Football’s lost empires

SOME 10 years ago, I was involved in doing some work for an old Victorian music hall based near the Tower of London. This gem of a place had been boarded-up for decades, almost unknown to people in the neighbourhood. Inside, as ramshackle as it was, there was a hall, a bar, two floors and many period features. The music hall played host to a lot of stars of the era but some preservation groups had seemingly ignored the role of music hall as crucial entertainment for the ordinary folk of London. In some respects, football used to be largely overlooked as an important part of British culture. Fortunately, academics and commentators now accept the game as an integral part of social history.

A lot of old football venues have either disappeared, been demolished or become part of housing estates, hardly surprising given the growth of urban development and the original placement of many football grounds. What we have lost many significant sites where football may have been played in the game’s nascent years, and some of these were actually very prominent locations that have hosted FA Cup finals. 

Take, for example, the Lillie Bridge ground in South-West London, just a goal-kick away from Stamford Bridge. This forgotten arena was opened in 1866 and in 1873, staged the second FA Cup final between the Wanderers and Oxford University. It was a multi-purpose ground, holding bicycle races, hot-air balloon events, cricket, wrestling and athletics. Wanderers had the choice of grounds for the final as they were defending holders and because they had no home of their own, opted to play at Lillie Bridge. For three years, Middlesex Cricket Club played at the ground between 1869 and 1872, after which they moved to Lords. The ground was closed in 1888 after a riot and became a coal yard for the railway and then was used as a car park for Earls Court before being consumed by housing development. The 1873 final was won by the Wanderers, who included Arthur Kinnaird and Charles Wollaston in their line-up, who both won the competition five times in their careers. 

The early cup finals were played at Kennington Oval but in 1892, Surrey Cricket Club decreed no more football would be played at the ground. Fallowfield athletics ground and velodrome in Manchester was chosen for the 1893 final. This proved to be an unsuitable place to hold such a big event as over 60,000 were reputed to be present for the final between Wolves and Everton. The official capacity was 45,000 but there were a number of pitch invasions and overcrowding was evident from the moment the game started. So disruptive was the encroachment that Everton demanded the game was replayed. It wasn’t and Wolves won the cup with an all-English team. Today, the Fallowfield site has been buried under Manchester University’s student accommodation.

Some of the game’s early giants played at grounds that have long gone. Aston Villa, for example, used the uneven pitch of Wellington Road in the area of Perry Barr in Birmingham. Villa moved there in 1876 and 12 years later, just months before the Football League was inaugurated, the ground had its record attendance of close to 27,000. However, this game, against Preston North End, was interrupted by crowd disturbances. As football became more popular, the crowds increased and Wellington Road, which had hosted FA Cup semi-finals in 1890 and 1896 and an England international in 1893, was no longer fit for purpose. There’s no trace of the stadium to be found today.

In some cases, you might find remnants of football grounds of a bygone era. I once worked with somebody who claimed their sister-in-law had bought a house and discovered some strange concrete steps in their garden in South London that were later identified as being part of Woolwich Arsenal’s stadium. How many people had stood on those pieces of terracing over the years?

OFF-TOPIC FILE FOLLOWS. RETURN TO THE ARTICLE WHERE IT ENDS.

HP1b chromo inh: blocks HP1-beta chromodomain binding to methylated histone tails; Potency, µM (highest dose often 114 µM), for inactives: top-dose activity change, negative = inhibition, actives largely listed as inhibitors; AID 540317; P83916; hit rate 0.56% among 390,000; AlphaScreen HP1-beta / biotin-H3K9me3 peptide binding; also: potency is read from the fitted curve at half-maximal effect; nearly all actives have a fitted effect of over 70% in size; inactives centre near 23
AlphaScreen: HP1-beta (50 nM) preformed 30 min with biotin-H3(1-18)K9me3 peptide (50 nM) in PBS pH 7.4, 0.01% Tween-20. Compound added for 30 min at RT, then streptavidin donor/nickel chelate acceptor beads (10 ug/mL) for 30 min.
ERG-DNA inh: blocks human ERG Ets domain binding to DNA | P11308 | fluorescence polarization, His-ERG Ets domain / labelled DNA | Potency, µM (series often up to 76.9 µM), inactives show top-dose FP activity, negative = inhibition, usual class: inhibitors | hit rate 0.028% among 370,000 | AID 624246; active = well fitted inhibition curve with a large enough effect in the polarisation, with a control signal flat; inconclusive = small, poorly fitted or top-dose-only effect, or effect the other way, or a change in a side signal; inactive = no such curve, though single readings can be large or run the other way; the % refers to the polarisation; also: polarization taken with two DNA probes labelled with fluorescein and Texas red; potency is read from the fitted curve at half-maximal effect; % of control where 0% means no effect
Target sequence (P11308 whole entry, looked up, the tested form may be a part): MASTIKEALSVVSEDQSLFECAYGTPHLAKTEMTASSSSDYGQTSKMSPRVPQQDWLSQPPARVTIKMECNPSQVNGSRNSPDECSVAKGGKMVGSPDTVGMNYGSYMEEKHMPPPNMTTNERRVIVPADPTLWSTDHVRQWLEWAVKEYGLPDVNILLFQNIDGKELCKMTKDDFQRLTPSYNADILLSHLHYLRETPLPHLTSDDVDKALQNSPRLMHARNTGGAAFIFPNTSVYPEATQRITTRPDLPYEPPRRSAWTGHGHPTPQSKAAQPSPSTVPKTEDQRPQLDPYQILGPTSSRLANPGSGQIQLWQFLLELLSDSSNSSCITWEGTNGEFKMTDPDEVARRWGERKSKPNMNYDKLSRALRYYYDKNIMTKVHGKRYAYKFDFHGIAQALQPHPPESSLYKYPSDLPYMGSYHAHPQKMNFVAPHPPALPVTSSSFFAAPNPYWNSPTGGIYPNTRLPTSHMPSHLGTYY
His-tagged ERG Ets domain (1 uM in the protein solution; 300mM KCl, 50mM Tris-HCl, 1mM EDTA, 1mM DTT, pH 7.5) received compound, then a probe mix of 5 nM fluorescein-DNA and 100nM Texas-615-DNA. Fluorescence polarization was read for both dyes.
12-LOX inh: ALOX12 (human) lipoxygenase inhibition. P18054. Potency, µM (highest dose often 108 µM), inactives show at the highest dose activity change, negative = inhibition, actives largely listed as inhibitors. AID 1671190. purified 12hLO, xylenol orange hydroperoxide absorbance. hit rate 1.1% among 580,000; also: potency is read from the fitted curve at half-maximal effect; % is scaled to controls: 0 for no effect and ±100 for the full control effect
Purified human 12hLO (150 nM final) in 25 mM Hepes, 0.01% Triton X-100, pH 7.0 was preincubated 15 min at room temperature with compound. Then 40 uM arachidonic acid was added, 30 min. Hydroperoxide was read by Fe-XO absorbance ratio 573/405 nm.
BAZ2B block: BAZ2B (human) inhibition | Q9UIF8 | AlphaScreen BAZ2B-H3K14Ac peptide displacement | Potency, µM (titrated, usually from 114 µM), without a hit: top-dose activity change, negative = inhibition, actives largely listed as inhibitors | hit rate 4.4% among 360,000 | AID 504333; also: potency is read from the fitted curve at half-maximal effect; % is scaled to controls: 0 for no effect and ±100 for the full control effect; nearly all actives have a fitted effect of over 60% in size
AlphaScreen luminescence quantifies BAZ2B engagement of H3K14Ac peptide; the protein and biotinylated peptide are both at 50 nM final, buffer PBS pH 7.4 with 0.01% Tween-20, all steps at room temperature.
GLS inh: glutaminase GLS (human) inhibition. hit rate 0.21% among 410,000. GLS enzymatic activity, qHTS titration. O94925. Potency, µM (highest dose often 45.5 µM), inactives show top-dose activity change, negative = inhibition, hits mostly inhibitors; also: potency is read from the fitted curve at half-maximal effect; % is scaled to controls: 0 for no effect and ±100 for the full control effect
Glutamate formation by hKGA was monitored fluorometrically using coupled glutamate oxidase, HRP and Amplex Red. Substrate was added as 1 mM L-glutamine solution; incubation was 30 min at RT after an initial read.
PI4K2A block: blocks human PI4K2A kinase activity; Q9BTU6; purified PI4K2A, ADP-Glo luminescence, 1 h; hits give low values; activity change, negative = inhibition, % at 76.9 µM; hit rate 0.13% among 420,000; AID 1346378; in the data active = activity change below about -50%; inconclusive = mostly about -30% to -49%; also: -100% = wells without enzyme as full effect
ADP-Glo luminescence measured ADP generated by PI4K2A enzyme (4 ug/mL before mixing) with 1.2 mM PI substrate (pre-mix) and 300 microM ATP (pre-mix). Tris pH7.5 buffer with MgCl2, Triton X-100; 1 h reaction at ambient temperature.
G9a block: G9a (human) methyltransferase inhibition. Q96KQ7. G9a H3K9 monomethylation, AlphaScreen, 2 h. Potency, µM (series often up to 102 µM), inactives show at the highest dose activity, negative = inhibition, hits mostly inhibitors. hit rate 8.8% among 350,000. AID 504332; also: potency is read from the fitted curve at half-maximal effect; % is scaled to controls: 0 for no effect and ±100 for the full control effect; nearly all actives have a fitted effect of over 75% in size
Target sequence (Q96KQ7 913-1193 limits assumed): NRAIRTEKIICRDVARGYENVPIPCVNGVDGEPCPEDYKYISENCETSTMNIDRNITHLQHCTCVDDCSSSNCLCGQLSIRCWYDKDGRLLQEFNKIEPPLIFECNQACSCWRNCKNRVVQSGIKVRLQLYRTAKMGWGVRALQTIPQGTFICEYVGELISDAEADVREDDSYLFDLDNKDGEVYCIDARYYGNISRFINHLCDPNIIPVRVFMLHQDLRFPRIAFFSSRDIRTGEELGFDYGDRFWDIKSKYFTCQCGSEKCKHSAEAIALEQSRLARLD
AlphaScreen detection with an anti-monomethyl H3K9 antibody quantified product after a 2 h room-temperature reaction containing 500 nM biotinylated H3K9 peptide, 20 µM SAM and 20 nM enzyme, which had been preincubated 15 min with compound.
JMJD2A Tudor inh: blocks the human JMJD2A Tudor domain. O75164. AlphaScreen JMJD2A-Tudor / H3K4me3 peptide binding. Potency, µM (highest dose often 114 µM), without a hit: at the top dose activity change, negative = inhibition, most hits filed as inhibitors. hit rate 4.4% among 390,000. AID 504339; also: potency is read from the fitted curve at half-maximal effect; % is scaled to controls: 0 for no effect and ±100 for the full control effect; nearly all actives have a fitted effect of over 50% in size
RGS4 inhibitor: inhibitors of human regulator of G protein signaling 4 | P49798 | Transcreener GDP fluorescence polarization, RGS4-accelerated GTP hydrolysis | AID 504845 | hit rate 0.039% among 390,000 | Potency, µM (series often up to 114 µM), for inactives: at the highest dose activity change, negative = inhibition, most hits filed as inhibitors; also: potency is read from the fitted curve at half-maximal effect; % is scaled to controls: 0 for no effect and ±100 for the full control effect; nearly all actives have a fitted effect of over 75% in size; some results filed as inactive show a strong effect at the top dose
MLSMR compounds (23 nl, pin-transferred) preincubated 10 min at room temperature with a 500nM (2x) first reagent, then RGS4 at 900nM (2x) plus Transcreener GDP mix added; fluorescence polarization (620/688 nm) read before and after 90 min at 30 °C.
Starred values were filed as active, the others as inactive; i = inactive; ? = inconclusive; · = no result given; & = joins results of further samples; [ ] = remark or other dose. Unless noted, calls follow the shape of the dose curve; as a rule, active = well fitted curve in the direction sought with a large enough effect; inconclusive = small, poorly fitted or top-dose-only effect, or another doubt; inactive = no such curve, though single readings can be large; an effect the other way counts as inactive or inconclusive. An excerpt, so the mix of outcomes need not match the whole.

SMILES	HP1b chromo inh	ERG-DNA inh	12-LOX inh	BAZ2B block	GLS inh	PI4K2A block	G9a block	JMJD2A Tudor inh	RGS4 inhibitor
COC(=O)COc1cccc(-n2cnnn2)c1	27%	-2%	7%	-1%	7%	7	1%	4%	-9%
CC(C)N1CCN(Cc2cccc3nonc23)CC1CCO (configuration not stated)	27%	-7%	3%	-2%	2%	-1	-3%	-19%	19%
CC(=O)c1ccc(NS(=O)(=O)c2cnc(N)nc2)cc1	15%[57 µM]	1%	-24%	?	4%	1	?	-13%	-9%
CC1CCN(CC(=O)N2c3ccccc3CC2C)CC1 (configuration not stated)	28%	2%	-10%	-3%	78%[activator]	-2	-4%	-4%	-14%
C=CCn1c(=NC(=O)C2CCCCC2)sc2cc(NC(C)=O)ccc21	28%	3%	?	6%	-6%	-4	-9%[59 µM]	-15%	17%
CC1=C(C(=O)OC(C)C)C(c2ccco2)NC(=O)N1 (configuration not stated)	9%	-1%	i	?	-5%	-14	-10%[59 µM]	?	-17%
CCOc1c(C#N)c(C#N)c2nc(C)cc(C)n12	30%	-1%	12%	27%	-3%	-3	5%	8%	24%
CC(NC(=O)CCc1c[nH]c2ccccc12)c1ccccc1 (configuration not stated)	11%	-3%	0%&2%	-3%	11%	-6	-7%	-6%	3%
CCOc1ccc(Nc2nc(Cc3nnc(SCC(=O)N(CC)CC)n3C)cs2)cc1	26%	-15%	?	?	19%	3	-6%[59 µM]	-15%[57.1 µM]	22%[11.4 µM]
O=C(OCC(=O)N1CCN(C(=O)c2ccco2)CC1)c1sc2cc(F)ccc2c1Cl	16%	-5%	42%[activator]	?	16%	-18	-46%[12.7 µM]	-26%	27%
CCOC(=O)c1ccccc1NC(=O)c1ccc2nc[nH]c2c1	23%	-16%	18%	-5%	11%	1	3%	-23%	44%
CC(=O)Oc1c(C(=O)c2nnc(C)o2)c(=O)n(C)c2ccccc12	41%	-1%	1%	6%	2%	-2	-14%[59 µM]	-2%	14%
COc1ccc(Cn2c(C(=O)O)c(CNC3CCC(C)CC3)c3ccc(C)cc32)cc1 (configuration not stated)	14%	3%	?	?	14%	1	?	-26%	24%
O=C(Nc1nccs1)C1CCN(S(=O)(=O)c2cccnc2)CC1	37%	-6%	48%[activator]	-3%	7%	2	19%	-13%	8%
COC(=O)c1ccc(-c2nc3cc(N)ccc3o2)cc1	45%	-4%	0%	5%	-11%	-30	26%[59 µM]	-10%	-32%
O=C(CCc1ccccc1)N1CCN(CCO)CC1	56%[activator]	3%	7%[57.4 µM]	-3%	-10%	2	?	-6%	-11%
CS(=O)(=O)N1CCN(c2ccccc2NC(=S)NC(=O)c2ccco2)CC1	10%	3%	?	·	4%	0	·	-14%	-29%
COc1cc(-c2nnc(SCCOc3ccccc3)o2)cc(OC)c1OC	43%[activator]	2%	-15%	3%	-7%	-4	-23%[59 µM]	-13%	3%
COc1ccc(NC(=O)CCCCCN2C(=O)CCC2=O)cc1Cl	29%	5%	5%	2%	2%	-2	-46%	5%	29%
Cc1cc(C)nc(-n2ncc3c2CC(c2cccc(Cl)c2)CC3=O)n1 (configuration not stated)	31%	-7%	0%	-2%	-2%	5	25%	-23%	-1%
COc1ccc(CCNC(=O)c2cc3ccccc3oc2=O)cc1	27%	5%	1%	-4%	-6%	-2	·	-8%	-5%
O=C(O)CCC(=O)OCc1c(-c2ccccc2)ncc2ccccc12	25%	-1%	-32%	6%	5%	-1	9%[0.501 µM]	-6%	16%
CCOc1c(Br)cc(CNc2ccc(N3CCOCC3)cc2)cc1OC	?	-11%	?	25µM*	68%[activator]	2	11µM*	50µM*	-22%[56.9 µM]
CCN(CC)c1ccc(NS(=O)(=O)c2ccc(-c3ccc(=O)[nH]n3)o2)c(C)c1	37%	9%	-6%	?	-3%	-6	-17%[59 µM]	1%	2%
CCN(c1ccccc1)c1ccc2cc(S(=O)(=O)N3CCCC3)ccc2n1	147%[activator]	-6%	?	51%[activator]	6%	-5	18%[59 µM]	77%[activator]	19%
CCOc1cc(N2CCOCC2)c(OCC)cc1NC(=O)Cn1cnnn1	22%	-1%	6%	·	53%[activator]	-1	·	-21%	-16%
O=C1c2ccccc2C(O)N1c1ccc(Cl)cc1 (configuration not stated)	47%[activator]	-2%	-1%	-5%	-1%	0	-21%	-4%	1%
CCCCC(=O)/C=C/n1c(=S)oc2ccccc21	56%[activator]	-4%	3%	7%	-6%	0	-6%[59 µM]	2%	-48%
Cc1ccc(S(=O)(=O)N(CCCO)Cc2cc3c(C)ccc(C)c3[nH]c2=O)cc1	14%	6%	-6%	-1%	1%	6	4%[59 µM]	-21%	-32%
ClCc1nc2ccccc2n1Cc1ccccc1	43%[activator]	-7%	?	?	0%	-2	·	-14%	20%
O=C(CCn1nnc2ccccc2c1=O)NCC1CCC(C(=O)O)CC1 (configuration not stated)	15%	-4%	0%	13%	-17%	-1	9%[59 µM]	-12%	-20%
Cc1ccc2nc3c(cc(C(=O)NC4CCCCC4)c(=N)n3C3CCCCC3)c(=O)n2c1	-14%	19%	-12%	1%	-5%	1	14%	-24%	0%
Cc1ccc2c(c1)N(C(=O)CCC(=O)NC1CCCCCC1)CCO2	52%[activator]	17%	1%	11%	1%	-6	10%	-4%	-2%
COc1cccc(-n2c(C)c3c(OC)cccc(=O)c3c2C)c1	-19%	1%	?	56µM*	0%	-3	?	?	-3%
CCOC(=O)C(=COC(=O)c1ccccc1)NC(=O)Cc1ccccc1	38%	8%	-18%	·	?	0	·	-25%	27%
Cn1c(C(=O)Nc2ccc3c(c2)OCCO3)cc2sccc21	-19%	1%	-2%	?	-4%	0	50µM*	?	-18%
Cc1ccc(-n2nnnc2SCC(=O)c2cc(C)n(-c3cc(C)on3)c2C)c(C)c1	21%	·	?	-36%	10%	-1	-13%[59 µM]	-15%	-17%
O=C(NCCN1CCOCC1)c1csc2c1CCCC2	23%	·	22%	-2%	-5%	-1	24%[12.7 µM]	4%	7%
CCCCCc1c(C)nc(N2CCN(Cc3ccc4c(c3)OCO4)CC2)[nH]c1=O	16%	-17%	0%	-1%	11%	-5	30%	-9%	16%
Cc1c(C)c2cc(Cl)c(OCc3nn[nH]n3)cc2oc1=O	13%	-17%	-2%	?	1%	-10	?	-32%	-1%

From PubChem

What’s really thought-provoking and a little eerie is that on sites where a ground once sat, you might be standing in a spot that once had 30,000 people crammed into a collection of wooden stands and crudely-constructed concrete terraces. And when you think hard about it, football has always been one of the few events that have so many people crowded in a single space. In most towns around Britain, football has attracted more people than any other pastime. Surely, if nothing else, that warrants recognition as a site of important historical interest?

This article appeared in Football Weekends magazine, reproduced with permission.

A central European odyssey: The life of Josef Bican

IN 1928, the Olympic men’s 100 metre sprint was won by Canada’s Percy Williams. He ran the race in 10.8 seconds. Over in Vienna, a young footballer could run 100 metres in the same time, but he was wearing heavy boots and a football kit. That player was one Josef Bican, known as “Pepi” to his friends.

We should all be aware of Bican as he was named the greatest goalscorer of all time a few years ago. But generally, we are not familiar with his exploits, either in the early years of his career or in the second phase in Czechoslavakia. If he had been Italian, German or even French, we would probably list him among the greats of the world game, but for many years, the name Josef Bican was lost behind the Iron Curtain.

Bican’s life was a central European tale. From a humble neighbourhood in the Austrian capital to sumptuous dinners with movie stars in cosmopolitan Prague and then back to scratching a living. He defied two regimes, the Nazis in Austria and the Communists in his adopted home of Czechoslovakia. And while he did this, he scored goals for fun.

Born on September 25, 1913, Josef Bican had a tough upbringing in Vienna. His father, Frantisek, who came from southern Bohemia, played for a little-known Viennese club called Hertha and died at the age of 30. His mother, Ludmila, was a Viennese Czech and to make ends meet, spent her time working in a kitchen. Josef Bican attended a Czech school in Vienna and lived in an area that was notable for its high level of poverty. His only respite came during the summer months when he visited in grandmother in Bohemia, travelling by train along with hundreds of other children.

His football skills were not honed with a leather ball, but with an improvised version made from rags. At the age of 12, he followed in his father’s footsteps and played for Hertha, but Rapid Vienna soon recognised that a young talent was emerging. Bican played firstly for Schustak and then Farbenlutz before signing for Rapid in 1931.

He was just 17 when he made his debut for Rapid, on September 6, 1931. And from that moment, it was clear that his goalscoring prowess would be highly coveted. Bican netted three times in the first 28 minutes as Rapid raced into a 3-0 lead at Austria Wien’s Hohe Warte stadium. They eventually won 5-3.  Rapid just missed out on the title that season, but Bican had already made his mark. In his first two seasons, he netted 10 and 11 goals respectively, but in 1933-34, Bican scored 29 as Rapid went close once more to winning the championship.